In any case, most financial markets that were supposedly destabilizing were derivative markets of one form or another, which are often interpreted as being 'redundant' anyway (in the sense that an investor can construct any given payoff in any state of the world with more than one portfolio). In the B&F paper there is in fact a model where 'over-completeness' leads to sunspot equilibria!

  6. Glad to see that my proposition is generating some discussion. I will add the B&F paper to my reading pile...

  7. Rob,

    Well, many economists might consider market completion desirable even if it is not Pareto improving, just as many economists support free trade even though removing tariffs is generally not Pareto improving. A more interesting question may be whether completing markets is necessarily a Kaldor-Hicks improvement (i.e. the winners could compensate the losers). My intuition is that fully completing markets must be a K-H improvement, but increasing the number of Arrow-Debreu securities need not be (and may even make things worse in the Kaldor-Hicks sense), but I don't have a proof.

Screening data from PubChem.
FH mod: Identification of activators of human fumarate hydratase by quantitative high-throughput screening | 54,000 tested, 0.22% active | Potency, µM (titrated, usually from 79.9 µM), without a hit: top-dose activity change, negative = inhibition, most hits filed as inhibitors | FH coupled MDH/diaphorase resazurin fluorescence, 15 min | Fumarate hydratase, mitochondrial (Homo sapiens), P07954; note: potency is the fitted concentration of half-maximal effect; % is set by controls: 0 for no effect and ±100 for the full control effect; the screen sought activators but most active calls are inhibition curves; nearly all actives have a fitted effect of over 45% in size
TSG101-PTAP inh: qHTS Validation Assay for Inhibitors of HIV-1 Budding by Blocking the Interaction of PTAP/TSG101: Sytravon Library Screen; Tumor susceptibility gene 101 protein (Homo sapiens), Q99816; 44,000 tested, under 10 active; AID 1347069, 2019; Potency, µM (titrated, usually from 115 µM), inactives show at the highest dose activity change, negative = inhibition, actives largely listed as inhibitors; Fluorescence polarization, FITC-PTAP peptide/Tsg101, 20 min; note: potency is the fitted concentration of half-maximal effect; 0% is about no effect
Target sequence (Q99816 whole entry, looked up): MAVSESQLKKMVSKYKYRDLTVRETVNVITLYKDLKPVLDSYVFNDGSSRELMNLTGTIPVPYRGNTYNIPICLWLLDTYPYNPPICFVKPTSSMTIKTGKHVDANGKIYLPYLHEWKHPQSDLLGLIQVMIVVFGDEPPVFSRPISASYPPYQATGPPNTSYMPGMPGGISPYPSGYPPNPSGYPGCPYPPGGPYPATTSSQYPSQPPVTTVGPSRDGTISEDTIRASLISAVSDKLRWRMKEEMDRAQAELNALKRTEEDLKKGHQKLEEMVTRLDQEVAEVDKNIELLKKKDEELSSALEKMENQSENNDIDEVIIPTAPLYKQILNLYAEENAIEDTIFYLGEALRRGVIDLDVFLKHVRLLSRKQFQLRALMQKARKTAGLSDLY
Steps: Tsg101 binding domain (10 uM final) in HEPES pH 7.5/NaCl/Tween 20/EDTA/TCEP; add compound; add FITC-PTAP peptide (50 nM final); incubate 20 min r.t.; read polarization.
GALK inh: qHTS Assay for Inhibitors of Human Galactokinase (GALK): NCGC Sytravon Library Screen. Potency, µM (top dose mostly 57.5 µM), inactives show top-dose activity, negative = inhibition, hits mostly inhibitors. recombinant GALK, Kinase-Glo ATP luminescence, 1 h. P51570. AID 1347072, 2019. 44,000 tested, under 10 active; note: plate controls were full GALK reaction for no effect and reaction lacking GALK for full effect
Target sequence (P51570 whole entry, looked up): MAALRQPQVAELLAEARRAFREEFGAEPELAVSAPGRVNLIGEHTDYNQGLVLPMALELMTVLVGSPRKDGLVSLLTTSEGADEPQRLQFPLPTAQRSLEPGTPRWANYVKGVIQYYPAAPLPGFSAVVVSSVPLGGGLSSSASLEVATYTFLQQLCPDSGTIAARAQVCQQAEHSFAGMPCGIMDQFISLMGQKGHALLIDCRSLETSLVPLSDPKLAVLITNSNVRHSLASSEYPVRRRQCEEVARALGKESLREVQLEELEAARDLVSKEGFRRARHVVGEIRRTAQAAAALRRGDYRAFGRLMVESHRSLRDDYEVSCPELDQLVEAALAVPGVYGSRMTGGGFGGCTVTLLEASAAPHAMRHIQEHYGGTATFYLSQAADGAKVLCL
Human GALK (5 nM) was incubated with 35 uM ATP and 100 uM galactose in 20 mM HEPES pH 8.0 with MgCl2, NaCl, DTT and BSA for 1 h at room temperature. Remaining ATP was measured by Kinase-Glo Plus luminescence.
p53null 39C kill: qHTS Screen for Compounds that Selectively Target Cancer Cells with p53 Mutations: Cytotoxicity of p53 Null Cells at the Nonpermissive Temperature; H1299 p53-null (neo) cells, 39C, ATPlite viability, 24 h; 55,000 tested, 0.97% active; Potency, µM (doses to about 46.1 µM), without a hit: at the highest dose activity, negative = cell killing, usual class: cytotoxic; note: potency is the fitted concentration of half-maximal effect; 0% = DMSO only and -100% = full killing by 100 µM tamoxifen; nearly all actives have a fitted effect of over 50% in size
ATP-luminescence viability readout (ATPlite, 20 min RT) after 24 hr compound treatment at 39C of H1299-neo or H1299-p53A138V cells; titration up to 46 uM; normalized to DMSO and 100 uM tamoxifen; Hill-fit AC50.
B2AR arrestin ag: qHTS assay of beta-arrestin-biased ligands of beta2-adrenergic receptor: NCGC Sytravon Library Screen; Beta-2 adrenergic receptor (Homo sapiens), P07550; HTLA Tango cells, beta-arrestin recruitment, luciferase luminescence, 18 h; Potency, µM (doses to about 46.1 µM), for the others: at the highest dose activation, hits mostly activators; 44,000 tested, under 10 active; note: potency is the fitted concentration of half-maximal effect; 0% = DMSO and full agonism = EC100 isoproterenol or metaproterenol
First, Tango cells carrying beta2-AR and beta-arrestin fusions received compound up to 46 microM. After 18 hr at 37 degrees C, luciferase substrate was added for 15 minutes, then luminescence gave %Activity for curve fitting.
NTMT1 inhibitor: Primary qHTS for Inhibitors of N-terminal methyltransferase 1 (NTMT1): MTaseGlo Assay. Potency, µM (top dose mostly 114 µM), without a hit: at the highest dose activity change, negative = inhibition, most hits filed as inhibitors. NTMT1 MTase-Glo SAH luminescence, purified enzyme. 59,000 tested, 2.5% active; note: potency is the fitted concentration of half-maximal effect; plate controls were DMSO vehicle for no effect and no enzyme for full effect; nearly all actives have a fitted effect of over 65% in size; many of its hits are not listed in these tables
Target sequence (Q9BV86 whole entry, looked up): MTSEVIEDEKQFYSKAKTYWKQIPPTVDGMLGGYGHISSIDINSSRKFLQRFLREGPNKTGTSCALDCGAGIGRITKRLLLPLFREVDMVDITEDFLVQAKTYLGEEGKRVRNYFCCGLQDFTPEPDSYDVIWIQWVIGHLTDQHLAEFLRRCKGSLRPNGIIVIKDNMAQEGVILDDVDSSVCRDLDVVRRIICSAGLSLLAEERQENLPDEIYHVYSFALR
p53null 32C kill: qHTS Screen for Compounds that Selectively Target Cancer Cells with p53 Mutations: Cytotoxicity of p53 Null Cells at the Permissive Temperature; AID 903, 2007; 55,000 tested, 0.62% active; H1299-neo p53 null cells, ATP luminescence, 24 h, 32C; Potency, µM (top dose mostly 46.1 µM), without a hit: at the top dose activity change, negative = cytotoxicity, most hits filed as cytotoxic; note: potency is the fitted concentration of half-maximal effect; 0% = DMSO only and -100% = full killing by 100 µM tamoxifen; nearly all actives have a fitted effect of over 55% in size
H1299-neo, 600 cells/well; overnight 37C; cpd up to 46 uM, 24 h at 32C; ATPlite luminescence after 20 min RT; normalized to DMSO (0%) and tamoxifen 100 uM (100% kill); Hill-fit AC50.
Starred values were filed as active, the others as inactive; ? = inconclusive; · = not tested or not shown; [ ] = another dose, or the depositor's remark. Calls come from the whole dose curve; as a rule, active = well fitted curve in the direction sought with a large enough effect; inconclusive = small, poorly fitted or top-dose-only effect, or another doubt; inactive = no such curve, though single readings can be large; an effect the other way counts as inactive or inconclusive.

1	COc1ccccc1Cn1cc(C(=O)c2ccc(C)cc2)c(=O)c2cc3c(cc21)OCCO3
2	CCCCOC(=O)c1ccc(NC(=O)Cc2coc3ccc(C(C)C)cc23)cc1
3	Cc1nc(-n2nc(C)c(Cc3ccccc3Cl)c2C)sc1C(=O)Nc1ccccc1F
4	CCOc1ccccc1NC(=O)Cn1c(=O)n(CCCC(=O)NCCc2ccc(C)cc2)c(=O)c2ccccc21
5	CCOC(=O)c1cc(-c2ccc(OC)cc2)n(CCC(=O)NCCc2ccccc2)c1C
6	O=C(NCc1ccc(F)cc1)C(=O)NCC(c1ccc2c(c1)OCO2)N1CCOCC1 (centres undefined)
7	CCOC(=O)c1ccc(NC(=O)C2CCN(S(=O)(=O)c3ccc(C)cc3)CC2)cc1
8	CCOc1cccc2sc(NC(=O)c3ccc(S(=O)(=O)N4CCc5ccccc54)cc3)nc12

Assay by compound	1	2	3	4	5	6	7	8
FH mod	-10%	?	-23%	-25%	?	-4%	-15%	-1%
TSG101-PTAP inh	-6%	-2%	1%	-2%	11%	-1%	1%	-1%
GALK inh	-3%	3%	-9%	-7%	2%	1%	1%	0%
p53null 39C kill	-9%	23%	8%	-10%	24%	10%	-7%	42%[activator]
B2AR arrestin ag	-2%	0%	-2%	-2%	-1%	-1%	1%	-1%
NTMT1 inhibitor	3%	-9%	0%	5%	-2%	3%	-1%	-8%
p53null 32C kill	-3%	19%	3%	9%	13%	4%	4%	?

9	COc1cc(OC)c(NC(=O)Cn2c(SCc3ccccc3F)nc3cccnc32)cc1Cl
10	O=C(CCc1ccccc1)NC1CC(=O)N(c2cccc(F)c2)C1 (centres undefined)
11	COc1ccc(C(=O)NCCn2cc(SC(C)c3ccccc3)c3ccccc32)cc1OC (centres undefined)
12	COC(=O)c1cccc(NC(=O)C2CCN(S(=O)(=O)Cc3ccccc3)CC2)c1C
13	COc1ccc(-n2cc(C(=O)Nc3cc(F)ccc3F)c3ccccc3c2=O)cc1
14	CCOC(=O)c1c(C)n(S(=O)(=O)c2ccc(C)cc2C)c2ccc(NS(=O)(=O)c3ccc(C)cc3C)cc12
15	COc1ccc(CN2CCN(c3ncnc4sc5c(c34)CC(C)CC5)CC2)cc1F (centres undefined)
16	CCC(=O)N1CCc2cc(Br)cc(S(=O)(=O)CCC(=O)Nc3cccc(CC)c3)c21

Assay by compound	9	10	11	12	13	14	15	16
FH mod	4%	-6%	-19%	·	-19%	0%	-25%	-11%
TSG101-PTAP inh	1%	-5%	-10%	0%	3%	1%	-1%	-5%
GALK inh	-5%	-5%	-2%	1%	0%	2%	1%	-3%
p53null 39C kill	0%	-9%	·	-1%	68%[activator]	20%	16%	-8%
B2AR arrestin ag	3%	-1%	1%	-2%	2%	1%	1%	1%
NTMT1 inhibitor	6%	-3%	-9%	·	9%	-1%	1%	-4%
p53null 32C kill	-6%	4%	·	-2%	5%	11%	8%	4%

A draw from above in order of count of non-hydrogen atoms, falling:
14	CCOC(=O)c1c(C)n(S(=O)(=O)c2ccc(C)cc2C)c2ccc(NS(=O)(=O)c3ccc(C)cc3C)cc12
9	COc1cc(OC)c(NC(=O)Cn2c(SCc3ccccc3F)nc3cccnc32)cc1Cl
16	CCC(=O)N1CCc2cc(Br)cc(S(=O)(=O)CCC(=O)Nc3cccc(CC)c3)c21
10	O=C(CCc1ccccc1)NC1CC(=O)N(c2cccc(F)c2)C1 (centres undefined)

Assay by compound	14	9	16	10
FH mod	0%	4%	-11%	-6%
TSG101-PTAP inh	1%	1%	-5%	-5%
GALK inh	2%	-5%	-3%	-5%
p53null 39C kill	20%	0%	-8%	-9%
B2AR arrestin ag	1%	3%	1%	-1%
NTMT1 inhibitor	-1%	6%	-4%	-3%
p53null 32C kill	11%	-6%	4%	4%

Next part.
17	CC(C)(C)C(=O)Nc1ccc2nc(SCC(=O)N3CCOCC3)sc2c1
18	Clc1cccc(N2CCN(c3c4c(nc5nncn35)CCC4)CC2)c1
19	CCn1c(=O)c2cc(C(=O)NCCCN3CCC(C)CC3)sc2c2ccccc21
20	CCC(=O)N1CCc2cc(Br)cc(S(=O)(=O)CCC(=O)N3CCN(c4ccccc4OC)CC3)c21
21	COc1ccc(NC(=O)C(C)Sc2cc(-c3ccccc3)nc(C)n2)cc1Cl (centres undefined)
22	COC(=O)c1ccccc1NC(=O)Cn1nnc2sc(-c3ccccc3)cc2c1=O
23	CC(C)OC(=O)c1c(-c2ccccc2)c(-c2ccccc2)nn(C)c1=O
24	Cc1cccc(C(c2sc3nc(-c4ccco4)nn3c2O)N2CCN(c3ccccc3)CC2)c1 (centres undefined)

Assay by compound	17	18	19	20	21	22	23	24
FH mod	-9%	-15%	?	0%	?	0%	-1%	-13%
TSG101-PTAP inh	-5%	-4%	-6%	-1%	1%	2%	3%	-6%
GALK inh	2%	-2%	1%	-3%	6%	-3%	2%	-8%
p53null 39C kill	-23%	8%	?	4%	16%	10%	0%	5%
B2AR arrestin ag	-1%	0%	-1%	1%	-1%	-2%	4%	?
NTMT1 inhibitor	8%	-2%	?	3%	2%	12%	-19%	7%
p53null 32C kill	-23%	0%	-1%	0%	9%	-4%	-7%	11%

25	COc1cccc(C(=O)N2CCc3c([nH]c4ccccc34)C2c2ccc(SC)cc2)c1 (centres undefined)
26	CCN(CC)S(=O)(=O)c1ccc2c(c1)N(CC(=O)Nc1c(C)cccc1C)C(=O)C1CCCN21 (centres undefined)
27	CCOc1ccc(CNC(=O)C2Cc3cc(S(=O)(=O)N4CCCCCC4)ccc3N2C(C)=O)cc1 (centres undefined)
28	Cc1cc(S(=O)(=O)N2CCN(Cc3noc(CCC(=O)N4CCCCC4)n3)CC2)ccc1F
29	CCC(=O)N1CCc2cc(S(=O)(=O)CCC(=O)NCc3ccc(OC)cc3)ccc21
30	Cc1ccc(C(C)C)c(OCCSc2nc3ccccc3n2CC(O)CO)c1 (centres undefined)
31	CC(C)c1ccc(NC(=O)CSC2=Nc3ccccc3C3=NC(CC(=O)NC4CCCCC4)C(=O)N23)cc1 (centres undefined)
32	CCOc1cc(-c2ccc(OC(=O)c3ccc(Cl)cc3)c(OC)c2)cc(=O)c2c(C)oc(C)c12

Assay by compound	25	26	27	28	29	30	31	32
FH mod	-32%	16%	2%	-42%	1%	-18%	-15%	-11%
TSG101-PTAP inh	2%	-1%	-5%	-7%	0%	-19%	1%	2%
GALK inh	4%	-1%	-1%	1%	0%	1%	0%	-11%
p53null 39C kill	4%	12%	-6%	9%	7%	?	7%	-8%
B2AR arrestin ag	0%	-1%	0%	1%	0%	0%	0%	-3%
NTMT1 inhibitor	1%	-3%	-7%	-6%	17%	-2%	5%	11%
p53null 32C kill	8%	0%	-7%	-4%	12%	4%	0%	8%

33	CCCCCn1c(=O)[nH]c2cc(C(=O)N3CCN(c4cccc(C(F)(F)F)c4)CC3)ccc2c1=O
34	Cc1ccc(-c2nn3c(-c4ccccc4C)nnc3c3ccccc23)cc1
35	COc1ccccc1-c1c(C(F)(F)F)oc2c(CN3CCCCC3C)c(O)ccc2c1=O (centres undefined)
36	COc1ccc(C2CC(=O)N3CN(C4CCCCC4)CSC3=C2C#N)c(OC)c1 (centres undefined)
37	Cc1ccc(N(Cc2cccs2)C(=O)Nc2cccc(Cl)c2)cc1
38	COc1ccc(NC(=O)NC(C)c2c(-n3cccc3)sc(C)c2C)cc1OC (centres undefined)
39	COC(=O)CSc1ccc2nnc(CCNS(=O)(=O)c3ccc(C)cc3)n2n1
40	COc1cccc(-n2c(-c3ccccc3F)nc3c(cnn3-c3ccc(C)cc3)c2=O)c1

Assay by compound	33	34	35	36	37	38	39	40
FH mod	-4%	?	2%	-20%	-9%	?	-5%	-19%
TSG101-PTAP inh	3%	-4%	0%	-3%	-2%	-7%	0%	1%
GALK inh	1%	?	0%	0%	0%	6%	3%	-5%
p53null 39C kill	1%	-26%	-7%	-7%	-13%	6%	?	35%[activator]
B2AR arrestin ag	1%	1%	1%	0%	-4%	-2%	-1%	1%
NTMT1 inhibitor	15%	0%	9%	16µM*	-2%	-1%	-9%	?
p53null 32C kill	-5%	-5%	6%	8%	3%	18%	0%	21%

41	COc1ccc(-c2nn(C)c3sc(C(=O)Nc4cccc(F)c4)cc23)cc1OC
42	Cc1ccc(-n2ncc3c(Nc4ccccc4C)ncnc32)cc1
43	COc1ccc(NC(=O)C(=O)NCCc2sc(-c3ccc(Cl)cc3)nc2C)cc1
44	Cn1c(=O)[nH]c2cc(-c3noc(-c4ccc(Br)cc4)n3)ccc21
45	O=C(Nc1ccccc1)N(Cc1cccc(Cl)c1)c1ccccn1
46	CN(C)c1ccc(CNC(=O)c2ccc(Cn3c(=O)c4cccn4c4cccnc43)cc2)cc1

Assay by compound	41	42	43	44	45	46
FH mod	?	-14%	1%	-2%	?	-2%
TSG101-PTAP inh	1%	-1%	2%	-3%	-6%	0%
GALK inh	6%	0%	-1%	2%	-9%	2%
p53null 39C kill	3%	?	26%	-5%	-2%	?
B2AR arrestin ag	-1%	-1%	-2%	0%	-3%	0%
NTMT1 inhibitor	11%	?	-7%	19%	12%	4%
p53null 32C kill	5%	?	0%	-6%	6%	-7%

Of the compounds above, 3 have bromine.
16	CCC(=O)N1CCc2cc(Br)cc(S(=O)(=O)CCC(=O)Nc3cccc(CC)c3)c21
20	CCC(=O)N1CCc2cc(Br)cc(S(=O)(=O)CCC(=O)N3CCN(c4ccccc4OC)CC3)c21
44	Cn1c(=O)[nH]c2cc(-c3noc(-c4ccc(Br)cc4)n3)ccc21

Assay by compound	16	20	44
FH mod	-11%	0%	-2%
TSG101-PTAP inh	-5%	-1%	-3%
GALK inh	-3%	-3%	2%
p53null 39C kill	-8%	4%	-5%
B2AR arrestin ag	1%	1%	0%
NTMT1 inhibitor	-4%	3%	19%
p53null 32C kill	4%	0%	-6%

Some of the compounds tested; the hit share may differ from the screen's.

Having said all that, I am not personally a fan of Kaldor-Hicks welfare economics... an even more interesting question is what effect moving towards market completeness has on the distribution of wealth and welfare in society, e.g. the different effects on borrowers, savers, owners of capital, workers, etc.

  8. Keshav and Rob,

    Along these lines, it seems plausible that (in practice at least) financial innovations that "complete markets" could be seen as a form of rent-seeking. I think that the BoE and the FSA (in particular see the recent Adair Turner speeches/presentations) are beginning to view certain types of financial innovations from this perspective.

    Research in this area might be of interest to them as they seek to design new financial regulations...